Sea Glass is the ocean’s rejected cast offs of the human world. They are beautiful pieces of human-made glass that have found their way into the ocean, tumbled through the waves and rolled across the sands into delightful treasures. It’s called Beach Glass if it is shaped or found by fresh water. It’s popular in jewellery. And of course, people can make artificial versions of it.
There are collectors of sea glass all around the world. In Australia, those who search for sea glass are called seaglunkers.
Sea glass comes in many shapes and colors, and the community has an ongoing debate about which color is the rarest. My personal favourites are UV glass, turquoise, bright aqua, and sea foam.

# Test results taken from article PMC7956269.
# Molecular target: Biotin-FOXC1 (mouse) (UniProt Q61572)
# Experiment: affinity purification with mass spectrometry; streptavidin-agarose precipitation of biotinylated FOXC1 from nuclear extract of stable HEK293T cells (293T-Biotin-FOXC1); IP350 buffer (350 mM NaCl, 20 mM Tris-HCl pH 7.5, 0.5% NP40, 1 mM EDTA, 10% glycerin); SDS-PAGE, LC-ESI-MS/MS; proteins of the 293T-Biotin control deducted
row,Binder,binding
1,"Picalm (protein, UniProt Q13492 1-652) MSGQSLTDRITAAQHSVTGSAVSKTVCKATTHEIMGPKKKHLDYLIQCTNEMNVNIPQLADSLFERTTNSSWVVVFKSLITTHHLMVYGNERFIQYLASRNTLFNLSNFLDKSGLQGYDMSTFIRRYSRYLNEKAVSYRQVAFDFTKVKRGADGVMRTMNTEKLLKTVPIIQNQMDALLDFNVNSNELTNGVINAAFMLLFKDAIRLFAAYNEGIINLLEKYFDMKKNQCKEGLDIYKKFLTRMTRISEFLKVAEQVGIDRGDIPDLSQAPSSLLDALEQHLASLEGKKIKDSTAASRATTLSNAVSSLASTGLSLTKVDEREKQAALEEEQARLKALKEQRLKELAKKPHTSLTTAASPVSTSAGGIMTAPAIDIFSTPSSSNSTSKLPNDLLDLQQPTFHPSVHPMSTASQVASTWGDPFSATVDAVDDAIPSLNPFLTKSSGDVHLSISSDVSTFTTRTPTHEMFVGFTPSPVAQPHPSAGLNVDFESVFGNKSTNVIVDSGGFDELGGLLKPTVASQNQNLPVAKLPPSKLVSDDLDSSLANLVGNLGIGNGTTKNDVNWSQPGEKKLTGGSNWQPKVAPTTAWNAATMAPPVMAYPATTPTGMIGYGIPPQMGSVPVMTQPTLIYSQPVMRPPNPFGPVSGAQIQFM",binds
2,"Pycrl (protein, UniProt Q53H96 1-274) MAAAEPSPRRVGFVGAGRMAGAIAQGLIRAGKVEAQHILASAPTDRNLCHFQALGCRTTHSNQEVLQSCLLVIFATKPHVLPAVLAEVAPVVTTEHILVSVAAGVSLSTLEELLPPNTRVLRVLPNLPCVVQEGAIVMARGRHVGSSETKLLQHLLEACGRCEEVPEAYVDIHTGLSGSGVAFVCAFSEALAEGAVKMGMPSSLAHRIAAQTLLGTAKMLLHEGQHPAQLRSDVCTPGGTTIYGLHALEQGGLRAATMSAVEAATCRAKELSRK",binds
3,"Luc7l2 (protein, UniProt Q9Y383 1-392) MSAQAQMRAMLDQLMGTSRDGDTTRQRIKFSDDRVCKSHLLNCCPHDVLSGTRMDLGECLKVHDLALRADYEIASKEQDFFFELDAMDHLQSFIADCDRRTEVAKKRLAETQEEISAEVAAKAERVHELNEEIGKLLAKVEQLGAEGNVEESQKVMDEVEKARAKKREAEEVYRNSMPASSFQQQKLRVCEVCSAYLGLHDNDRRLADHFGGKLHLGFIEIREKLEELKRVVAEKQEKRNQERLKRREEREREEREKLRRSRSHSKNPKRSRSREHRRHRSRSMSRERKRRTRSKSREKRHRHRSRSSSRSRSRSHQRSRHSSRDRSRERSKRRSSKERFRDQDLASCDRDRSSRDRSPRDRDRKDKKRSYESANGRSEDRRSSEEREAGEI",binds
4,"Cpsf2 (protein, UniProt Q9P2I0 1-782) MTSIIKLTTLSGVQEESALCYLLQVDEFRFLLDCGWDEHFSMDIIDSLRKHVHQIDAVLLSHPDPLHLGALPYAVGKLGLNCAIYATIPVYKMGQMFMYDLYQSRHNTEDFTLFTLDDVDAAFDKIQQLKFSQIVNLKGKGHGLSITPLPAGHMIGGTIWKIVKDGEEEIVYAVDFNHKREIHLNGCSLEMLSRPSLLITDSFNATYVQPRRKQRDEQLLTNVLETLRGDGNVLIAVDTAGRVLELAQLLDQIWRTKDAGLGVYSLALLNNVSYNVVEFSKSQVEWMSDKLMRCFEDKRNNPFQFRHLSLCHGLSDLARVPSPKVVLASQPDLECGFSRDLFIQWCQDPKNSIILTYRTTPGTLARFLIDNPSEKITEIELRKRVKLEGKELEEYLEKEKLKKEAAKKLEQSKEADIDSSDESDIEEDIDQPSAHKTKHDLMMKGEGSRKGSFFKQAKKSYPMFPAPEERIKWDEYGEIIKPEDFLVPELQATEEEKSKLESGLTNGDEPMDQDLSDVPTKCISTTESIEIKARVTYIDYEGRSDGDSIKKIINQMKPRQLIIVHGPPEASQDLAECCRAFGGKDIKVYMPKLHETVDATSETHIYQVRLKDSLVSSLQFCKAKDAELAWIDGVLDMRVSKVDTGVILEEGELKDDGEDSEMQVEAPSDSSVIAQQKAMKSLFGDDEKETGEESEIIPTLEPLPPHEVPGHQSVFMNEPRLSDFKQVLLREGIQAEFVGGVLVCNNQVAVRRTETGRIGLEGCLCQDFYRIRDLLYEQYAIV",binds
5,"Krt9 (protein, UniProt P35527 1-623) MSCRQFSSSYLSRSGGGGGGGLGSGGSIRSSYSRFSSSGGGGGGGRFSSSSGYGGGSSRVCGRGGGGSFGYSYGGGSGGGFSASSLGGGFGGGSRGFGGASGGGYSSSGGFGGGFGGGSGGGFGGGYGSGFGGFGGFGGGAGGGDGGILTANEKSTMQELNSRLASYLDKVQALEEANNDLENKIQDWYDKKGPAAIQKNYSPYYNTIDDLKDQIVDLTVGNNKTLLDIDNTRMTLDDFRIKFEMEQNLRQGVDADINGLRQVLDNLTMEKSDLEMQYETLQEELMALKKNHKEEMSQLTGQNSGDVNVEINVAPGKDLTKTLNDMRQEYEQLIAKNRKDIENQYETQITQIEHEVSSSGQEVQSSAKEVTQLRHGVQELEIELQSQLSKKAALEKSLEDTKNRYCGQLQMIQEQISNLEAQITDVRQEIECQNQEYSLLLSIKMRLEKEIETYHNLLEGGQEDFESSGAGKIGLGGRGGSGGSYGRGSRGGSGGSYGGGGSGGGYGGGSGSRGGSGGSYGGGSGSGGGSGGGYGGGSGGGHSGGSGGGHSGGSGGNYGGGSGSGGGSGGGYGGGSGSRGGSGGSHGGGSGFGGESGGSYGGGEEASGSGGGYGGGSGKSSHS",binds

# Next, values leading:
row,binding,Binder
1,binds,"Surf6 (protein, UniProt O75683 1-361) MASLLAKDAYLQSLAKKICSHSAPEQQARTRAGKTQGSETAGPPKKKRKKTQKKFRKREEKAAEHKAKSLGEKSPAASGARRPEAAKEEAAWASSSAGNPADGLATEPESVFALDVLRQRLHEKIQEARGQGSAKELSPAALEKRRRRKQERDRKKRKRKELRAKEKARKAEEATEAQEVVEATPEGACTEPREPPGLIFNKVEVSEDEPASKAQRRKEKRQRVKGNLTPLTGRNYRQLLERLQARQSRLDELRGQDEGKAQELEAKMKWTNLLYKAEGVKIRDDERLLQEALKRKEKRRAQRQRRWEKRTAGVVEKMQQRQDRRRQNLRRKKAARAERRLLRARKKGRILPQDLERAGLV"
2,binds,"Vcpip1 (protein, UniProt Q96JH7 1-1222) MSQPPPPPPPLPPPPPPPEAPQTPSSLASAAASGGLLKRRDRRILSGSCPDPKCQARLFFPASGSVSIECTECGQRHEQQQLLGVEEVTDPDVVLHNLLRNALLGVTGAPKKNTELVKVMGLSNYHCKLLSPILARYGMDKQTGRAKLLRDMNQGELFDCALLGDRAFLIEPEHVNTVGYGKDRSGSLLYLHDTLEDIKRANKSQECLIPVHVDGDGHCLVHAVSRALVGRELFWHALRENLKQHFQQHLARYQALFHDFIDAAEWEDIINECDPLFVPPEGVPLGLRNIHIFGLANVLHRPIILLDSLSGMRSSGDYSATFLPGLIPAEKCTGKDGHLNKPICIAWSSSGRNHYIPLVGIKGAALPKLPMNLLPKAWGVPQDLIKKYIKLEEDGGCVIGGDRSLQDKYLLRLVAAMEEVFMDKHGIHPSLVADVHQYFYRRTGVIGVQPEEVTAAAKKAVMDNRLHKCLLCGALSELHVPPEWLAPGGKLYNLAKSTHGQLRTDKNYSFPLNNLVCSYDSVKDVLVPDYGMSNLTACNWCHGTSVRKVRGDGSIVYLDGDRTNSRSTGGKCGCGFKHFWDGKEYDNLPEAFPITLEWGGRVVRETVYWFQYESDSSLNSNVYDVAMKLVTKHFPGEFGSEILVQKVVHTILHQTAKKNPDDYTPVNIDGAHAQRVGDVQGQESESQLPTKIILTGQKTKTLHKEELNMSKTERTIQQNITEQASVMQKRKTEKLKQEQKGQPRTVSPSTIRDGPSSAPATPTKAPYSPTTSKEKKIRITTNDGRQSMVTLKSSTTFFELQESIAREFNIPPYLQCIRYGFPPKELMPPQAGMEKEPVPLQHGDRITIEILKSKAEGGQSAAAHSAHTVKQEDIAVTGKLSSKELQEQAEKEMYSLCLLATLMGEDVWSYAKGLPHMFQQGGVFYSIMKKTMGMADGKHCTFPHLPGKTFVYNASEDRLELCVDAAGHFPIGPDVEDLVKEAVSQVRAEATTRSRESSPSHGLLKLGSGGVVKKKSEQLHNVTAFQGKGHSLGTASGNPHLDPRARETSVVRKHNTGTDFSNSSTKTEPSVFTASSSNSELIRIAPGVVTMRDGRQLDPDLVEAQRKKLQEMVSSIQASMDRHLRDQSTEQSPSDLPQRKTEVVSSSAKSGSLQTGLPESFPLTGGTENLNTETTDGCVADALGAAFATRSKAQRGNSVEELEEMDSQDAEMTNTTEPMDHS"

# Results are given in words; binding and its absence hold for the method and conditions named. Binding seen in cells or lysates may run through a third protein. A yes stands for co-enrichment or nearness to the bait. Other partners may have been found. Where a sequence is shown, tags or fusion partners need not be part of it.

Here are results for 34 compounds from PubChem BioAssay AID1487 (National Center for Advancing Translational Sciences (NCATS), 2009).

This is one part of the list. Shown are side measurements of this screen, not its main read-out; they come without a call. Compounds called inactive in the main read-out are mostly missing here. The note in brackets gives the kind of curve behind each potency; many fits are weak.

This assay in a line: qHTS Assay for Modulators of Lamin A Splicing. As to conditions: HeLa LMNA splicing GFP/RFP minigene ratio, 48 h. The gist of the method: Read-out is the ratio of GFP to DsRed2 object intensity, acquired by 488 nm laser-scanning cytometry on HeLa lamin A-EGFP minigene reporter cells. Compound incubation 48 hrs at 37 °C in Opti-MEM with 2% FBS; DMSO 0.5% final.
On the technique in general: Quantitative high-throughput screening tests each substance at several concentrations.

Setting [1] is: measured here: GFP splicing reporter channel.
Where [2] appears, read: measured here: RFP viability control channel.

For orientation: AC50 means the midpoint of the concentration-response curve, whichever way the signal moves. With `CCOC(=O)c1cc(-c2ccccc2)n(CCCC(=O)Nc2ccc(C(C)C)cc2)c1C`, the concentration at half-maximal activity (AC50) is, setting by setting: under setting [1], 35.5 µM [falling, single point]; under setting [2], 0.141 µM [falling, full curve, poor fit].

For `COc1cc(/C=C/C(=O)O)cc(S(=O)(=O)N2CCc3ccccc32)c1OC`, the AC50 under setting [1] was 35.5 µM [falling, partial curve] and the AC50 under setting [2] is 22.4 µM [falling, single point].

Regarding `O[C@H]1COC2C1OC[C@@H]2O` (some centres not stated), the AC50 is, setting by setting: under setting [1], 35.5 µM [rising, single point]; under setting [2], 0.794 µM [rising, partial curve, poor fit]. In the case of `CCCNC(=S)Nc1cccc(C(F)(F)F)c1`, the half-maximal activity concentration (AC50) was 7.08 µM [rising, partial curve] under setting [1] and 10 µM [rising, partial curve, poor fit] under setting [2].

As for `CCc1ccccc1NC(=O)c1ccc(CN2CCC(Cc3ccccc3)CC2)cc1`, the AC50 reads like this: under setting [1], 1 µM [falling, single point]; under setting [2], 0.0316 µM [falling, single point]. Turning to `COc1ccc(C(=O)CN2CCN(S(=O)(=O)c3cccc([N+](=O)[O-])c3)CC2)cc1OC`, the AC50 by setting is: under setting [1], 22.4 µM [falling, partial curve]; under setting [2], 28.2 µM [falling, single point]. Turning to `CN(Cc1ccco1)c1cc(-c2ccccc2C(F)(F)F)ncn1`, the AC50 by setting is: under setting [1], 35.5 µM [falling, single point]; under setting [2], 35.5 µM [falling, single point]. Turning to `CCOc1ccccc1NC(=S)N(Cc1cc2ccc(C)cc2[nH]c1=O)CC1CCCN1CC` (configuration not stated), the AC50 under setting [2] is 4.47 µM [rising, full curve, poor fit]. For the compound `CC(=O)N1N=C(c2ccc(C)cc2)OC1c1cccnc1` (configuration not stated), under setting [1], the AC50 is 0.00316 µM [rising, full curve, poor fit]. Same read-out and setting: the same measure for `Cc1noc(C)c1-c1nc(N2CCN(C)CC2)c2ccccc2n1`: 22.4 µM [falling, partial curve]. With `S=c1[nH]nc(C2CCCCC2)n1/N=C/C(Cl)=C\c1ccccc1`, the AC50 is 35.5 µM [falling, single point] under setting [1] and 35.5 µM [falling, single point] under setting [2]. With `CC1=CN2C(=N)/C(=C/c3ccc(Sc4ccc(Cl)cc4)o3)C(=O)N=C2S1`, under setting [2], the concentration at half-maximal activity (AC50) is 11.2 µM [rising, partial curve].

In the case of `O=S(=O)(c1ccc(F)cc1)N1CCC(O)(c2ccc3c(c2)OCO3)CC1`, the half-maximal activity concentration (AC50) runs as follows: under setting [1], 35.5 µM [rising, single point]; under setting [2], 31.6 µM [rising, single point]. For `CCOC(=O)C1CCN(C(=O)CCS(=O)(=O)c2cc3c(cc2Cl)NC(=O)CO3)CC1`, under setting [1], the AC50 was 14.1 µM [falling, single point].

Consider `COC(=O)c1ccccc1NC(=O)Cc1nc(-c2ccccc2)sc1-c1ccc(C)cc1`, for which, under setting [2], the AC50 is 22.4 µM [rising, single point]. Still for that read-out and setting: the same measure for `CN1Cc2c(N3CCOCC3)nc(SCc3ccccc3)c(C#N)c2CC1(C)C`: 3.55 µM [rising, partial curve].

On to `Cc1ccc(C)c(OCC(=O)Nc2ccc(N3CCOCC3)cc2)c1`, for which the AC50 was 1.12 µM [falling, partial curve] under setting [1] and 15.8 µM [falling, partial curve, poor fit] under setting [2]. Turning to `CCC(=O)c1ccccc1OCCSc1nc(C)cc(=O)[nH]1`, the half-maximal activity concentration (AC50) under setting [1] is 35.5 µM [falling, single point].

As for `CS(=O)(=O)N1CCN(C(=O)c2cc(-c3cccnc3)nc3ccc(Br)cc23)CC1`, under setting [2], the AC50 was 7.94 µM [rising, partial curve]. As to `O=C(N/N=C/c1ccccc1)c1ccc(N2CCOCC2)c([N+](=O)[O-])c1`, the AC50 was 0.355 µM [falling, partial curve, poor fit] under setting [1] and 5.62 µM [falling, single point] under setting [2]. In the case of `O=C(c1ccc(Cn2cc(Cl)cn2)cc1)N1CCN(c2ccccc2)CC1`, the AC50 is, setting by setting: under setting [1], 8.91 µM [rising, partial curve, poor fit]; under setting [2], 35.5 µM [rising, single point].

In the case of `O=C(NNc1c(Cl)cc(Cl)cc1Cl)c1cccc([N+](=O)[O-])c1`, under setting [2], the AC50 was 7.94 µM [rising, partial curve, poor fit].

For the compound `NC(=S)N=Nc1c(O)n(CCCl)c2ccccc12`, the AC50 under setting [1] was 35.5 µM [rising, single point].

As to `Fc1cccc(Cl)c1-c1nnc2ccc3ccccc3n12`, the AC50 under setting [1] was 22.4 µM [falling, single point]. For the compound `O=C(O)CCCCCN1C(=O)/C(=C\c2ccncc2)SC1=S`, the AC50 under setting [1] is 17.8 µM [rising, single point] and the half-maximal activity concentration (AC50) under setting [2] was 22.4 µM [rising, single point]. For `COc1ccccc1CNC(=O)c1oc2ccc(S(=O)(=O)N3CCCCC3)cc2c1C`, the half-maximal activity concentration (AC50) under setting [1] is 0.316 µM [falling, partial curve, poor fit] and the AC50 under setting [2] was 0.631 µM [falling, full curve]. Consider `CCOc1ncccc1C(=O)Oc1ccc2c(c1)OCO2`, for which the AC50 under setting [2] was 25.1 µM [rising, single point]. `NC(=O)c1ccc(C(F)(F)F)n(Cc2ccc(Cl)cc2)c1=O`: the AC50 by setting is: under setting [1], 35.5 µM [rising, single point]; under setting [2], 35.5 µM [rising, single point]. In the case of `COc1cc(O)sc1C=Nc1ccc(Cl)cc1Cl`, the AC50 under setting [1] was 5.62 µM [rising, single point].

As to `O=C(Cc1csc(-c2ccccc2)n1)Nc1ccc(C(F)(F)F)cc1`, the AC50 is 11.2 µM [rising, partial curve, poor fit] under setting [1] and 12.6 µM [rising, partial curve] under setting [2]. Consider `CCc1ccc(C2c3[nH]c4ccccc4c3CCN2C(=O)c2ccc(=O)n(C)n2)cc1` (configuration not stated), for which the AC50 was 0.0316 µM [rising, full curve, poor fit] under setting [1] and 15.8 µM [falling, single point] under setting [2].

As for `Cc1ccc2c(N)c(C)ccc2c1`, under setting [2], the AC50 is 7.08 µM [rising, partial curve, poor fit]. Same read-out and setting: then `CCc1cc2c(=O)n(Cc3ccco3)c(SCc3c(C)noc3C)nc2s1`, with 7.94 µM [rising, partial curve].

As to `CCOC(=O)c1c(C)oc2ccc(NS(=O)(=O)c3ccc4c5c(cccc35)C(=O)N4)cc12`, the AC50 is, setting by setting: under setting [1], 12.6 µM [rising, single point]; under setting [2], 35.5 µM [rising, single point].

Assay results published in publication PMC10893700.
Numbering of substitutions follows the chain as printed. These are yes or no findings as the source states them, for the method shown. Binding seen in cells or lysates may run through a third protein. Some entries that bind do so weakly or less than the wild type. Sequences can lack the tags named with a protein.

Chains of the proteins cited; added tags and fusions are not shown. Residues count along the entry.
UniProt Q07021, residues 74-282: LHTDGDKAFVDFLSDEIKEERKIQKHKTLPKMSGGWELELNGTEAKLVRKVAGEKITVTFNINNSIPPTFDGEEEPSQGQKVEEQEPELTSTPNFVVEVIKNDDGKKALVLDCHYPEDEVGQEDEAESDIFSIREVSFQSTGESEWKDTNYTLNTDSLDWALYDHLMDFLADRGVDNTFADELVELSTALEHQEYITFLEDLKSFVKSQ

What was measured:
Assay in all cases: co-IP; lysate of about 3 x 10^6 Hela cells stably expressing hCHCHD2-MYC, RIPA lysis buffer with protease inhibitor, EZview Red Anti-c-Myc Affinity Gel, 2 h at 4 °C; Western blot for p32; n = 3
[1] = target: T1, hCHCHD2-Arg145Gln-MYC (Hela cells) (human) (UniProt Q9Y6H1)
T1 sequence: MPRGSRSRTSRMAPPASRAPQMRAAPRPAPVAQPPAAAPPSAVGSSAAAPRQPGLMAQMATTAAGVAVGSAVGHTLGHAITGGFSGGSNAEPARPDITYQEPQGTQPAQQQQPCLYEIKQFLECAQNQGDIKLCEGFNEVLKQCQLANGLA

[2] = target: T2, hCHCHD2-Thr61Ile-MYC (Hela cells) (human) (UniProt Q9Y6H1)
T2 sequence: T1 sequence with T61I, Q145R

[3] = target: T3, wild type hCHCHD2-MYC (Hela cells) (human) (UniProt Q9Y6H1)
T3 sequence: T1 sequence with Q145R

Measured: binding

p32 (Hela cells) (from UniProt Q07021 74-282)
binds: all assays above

If you’re wondering what sources the glass come from, The Blue Bottle Tree has a good article on it. I’ll give you a hint where a lot of it comes from: bottles.
Disclaimer. I have never collected sea glass in real life. I hope to some day.
Sea glass is found on beaches all around the world. Some of the best places to collect sea glass are near glass or bottle factories that dumped waste into the ocean, near tourist spots, and where garbage was or is dumped into the ocean.
To me, sea glass is bittersweet: a product of human destruction turned into beauty by nature. It’s also beautiful, nature molded into art and useful pieces, forgotten and discarded and treasured again. One of my main characters in my mermaid novel loves sea glass and lightning glass and has a large collection of both.